Blog: The year ahead in experiential - part one

Goggle-free VR and the Internet of Things is set to shape the future of experiential, says Michael Brown, managing director of MKTG.

The Internet of Things (IOT) will shape the future of experiential marketing
The Internet of Things (IOT) will shape the future of experiential marketing

It’s the new year (again). The triggering of article 50 will loom large throughout 2017 and, on 10 January, a certain Donald Trump will be officially sworn in as the most powerful man in the world. Many will be tempted to remain snug under the duvet until 2018.

However, let’s assume you have not found the call of your alarm clock too shrill this week and that you are of an optimistic disposition. You are now chirpily heading to work, fired up for the year ahead, and you’re desperate to know the top five things that will get the experiential saucepan boiling over this year.

Turning up the heat on tech

With the lights going up on the Consumer Electronics Show in Las Vegas right now, I couldn’t really start an article like this without covering the technological innovations we may be able to put to good use in the near future.

VR continues to tantalise some in the live space, others may yawn at its mention here. Regardless of your position, it’s industrial, educational and entertainment potential is not lost on anyone. Yet, while the tech remains married to a headset, the user is forced into a uniquely solo and non-inclusive experience - the antithesis of experiential marketing. Let’s face it; it’s not a great look either! If only it were goggles-free.

Now it is. There are nearly 200 companies innovating in this space globally, and a French tech firm called Scale-1 Portal is exhibiting at CES with a product for the B2B market that only requires a pair of 3D glasses - rather more fetching than a headset. There are also UK companies (Blue Room and Crucial-FX) developing glasses-free VR products set inside immersive screen-based room environments, meaning that every surface – walls, floors, ceilings – are linked screens. Such tech could lead to some exciting live activations that are more inclusive for large-scale group experiences while being faster and less fiddly to deploy in live environments. 

As this technology evolves further into the future we may see exciting developments for Out of Home, with advertising media in the built environment becoming ever more immersive, and less restricted by the need to advertise on a screen; technically any surface could be utilised to trigger immersive content.

User interfaces go from simmering to searing hot

User interfaces are a pretty chunky news item right now and should become ever chunkier in 2017. A multitude of start-ups are looking at the ways in which people can control and personalise the world around them. Most are exhibiting at CES. In particular, voice and gesture commands controlling Artificial Intelligence devices are making giant strides: Amazon’s Alexa should spring immediately to mind. There is a bit of a bun fight between lots of IP holders with complimentary products (ranging from audio speakers to toasters) that interface with Alexa, Google Assistant, Cortana and other emerging variations of this technology. We folks in the experiential business should be getting seriously involved.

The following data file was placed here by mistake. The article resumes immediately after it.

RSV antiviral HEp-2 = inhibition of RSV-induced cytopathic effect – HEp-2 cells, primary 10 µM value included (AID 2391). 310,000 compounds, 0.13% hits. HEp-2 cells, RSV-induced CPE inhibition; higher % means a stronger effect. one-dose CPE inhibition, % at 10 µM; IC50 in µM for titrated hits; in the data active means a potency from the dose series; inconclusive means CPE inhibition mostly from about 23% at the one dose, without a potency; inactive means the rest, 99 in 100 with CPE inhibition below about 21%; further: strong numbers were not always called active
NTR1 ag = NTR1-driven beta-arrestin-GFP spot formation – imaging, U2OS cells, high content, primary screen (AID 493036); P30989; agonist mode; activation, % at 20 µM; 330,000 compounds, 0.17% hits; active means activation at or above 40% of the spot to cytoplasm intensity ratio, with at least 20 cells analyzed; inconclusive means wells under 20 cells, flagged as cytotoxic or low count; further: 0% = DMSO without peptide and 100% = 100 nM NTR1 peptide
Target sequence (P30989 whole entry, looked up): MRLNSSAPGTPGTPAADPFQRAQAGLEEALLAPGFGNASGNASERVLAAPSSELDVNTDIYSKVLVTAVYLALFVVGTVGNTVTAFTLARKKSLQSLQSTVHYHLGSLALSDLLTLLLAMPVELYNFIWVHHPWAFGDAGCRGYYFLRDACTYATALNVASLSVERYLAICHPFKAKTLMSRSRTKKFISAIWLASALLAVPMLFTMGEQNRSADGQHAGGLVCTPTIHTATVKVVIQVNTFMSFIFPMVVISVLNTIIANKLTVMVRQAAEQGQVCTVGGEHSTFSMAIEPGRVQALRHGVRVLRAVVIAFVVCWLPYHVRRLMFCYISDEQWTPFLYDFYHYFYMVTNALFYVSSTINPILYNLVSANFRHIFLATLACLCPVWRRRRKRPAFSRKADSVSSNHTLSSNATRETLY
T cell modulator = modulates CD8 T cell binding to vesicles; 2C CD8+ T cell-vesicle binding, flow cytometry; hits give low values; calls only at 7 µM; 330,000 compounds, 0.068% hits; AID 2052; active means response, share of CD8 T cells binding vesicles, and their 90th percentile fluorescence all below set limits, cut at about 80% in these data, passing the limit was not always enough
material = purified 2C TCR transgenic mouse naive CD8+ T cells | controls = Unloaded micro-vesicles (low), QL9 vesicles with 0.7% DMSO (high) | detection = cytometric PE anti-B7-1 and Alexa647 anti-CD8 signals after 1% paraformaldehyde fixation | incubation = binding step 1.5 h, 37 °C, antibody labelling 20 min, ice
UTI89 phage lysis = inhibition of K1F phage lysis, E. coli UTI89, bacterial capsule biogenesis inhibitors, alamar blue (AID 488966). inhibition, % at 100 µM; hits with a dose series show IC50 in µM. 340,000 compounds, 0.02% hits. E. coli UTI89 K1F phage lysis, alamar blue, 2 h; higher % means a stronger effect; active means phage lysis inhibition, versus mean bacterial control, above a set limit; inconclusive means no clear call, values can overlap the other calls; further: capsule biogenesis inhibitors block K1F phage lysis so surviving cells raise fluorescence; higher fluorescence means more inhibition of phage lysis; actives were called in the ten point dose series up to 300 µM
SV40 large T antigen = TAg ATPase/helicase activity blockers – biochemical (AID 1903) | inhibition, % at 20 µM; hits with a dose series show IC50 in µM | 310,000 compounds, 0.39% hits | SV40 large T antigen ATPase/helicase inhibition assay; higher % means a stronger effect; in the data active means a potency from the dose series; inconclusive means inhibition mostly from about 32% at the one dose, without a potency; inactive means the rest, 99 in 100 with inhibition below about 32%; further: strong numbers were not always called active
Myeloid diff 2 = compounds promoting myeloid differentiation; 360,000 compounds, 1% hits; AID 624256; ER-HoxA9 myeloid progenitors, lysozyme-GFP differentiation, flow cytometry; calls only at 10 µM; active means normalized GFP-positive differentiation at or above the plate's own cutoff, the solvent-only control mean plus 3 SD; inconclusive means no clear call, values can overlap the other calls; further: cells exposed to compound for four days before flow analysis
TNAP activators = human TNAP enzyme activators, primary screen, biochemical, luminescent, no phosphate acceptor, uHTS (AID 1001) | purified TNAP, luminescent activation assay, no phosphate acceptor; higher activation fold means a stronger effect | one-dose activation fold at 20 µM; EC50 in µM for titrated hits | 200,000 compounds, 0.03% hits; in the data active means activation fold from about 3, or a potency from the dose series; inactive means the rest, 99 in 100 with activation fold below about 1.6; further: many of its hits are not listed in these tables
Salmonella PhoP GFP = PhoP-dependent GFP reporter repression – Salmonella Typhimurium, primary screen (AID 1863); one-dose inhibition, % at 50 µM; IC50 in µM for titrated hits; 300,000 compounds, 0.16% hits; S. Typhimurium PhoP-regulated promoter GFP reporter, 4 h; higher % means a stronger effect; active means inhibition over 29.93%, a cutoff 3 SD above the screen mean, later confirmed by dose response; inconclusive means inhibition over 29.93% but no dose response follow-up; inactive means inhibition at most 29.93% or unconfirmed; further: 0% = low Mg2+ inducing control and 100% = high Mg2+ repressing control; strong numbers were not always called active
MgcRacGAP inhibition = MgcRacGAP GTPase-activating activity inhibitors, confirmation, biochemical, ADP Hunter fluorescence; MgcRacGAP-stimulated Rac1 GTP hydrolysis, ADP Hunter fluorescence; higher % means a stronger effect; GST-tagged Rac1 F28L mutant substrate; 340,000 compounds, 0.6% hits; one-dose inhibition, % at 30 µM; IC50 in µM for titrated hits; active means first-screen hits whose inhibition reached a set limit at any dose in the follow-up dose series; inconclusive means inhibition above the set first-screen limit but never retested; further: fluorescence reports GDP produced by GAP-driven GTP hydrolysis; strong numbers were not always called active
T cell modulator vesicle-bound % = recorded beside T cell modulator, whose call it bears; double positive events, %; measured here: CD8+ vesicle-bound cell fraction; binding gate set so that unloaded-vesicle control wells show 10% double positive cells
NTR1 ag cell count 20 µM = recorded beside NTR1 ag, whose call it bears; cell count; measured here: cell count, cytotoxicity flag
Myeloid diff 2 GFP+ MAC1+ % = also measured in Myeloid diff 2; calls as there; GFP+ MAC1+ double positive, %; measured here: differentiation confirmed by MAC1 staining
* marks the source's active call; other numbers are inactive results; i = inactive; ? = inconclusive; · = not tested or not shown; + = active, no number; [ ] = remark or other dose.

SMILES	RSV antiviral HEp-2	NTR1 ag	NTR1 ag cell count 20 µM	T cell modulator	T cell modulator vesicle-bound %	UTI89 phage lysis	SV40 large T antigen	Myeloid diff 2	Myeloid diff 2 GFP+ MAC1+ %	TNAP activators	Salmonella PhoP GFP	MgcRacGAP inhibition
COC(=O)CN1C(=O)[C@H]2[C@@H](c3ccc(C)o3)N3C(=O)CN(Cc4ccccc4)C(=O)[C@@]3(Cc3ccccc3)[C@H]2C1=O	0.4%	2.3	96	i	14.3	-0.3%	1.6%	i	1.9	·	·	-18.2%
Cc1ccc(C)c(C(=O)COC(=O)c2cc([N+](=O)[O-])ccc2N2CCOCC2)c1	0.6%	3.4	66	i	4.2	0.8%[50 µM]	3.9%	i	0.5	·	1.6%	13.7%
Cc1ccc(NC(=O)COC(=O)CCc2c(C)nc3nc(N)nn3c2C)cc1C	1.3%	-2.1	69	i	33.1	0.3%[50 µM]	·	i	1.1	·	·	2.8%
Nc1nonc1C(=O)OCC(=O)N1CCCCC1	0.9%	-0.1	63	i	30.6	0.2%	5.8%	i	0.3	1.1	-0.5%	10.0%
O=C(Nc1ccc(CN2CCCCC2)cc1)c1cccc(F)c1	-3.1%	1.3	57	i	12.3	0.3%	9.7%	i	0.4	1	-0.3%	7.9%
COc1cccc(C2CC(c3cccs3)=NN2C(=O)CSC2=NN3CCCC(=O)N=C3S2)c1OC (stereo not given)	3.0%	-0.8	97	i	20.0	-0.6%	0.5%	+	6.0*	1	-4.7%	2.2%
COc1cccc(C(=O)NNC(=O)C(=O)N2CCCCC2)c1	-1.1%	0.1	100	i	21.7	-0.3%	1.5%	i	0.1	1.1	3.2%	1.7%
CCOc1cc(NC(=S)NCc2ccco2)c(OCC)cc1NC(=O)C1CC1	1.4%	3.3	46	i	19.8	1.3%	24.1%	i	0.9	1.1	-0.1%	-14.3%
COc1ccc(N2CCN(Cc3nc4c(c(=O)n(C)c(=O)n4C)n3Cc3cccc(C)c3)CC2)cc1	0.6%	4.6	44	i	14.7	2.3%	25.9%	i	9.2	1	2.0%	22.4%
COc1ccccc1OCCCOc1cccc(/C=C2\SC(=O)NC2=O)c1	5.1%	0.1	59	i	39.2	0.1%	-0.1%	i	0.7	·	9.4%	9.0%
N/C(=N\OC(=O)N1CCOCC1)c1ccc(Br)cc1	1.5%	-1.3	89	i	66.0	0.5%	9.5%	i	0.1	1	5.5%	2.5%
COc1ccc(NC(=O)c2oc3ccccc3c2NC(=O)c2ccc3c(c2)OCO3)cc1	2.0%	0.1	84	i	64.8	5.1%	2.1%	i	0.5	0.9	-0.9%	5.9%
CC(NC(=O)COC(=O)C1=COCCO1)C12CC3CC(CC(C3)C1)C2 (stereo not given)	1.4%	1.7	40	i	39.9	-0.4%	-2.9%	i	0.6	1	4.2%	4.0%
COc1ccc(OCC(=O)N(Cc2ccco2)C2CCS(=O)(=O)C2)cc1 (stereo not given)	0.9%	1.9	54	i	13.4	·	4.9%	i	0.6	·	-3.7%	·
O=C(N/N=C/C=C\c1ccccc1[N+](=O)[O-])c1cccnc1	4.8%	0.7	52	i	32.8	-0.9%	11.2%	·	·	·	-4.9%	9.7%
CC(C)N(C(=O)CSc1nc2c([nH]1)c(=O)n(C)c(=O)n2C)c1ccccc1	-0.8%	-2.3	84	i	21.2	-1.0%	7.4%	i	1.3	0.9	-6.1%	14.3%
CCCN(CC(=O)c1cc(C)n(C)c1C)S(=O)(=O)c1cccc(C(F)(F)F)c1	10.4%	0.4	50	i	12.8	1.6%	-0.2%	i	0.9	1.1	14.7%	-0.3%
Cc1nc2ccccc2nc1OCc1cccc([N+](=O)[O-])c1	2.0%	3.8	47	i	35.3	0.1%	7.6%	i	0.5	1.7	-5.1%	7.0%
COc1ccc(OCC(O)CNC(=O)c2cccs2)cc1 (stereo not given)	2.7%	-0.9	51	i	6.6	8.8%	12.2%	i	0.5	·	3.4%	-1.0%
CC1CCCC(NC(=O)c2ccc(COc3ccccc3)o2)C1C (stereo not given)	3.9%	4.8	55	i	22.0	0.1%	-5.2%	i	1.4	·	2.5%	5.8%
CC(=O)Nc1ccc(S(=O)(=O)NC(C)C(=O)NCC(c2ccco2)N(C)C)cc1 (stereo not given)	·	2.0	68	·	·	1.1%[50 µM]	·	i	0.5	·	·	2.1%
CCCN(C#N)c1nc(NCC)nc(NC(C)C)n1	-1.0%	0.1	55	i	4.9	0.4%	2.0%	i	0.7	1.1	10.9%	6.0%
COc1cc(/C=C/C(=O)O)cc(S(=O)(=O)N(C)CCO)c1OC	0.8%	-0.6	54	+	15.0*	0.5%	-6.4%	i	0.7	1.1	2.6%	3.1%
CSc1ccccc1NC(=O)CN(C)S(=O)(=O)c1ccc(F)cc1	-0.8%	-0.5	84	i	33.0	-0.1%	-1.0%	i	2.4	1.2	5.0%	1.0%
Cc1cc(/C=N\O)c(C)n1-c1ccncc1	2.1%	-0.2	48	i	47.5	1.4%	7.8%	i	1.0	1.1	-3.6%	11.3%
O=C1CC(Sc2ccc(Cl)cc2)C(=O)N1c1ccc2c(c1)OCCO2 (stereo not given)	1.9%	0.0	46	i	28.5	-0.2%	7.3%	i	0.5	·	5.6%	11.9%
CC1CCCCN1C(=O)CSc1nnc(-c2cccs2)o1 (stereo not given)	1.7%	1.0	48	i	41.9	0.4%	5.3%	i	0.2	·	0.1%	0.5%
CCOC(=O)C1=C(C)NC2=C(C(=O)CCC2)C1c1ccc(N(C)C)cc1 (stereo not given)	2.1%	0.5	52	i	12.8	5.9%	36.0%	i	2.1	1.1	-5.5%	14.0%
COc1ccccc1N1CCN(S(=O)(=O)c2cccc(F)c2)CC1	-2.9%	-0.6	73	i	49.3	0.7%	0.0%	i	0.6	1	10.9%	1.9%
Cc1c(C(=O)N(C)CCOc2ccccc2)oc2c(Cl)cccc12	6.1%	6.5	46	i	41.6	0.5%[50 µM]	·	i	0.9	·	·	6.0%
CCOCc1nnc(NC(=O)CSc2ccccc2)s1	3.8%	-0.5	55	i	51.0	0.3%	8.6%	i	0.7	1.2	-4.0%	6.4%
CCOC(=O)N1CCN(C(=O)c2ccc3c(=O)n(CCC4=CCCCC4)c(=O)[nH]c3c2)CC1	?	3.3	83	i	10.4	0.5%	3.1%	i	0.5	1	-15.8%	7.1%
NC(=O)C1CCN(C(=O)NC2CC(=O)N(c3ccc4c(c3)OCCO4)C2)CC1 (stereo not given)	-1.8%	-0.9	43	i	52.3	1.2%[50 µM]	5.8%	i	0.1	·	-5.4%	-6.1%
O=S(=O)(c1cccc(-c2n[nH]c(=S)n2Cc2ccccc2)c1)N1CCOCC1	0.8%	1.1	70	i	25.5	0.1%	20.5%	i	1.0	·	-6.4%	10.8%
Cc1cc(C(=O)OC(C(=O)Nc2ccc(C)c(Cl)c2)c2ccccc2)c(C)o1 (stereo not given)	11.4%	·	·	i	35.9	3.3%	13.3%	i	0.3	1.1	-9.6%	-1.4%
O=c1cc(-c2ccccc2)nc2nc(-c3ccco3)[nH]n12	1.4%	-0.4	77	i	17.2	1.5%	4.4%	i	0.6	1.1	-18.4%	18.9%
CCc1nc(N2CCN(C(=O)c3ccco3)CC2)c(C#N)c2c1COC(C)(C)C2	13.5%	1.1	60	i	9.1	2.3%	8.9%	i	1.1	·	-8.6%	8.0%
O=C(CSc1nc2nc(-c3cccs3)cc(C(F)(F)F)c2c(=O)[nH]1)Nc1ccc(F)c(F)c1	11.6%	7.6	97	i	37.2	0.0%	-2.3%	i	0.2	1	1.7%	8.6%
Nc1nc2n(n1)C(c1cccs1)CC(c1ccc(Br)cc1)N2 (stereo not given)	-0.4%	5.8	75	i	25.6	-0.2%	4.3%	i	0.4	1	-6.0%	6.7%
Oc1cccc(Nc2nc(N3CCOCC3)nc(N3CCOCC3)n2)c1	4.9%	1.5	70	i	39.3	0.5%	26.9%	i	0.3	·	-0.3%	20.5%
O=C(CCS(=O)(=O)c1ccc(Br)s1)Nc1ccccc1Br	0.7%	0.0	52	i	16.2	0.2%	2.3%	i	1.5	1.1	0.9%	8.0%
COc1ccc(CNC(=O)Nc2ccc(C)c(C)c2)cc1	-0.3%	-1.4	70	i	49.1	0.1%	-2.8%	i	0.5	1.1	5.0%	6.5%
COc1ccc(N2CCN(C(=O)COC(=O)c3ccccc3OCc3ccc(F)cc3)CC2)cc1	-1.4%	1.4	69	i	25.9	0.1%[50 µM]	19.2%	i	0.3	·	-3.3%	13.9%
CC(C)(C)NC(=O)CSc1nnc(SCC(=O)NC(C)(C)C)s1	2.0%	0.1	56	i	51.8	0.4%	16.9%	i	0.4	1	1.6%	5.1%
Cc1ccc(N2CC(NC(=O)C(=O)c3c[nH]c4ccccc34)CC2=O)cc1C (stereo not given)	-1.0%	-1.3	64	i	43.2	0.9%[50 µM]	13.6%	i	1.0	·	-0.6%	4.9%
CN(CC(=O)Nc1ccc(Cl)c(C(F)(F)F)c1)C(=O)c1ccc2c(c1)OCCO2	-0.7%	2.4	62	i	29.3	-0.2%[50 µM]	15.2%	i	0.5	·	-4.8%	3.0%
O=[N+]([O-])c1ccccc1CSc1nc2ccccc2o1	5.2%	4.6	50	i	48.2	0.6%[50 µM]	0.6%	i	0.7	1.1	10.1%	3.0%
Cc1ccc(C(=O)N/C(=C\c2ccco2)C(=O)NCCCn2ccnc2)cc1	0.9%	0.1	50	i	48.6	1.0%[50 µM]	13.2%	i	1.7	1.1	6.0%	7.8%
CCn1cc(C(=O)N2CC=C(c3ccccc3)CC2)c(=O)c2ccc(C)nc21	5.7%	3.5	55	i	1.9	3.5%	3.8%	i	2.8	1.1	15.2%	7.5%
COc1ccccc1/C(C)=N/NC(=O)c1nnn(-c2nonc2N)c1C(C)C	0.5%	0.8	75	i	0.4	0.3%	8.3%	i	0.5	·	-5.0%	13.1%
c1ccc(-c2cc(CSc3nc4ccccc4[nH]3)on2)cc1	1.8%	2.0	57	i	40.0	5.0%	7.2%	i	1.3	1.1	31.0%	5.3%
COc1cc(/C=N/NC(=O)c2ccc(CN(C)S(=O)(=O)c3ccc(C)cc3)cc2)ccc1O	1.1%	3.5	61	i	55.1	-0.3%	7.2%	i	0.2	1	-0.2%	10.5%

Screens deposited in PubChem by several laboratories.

Change the ingredients: It’s about experience not experiential

Many of these IOT (Internet of Things) developments could easily be used to break into the traditional weak points of a brand experience and improve upon it. I mentioned in my digital optimisation blog from last year how we should rethink experiential and look at it from an entirely different vantage point; as a complimentary alternative to immersive, linear experiences for large groups of people; the staple diet of all who work in our world. Sure, we can do that until the cows give us enough milk to make the butter for our bread.

We could also diversify as a medium that uses IOT to massively enhance and own the wider brand experience in the broadest sense of the phrase. IOT technology can be poised and ever ready to strike in short, sharp bursts in places where it is most relevant, closer to the point of purchase. In 2017 and beyond, agencies should be developing their own IP to do just this sort of activity. Why couldn’t an experiential practitioner with a retail client, for example, go to them with a product idea like a smart mirror for shop floor changing rooms for instance?

As I mentioned in my digital optimisation blog, when you try something on in front of a smart mirror, you can use it to order another size up or another colour and have the items delivered to the changing room. This also eliminates queuing to pay; you can buy the item through the mirror using facial recognition functionality linked to your credit card deets. Your new trousers can be mailed to your home address allowing you to walk out free of carrier bags, undoubtedly improving the whole shopping experience with knock-on effects for brand loyalty and trust. Ideas like the smart mirror are in development now, but with some creative flair or a bit of commercial nous we can conjure our own ideas to improve our client’s total brand experience offering in 2017.

Next week the second part of Michael's blog will explore Smart Cities, authenticity and the quest for experiential to become ever more measurable and more targeted than ever before.

Comment below to let us know what you think.

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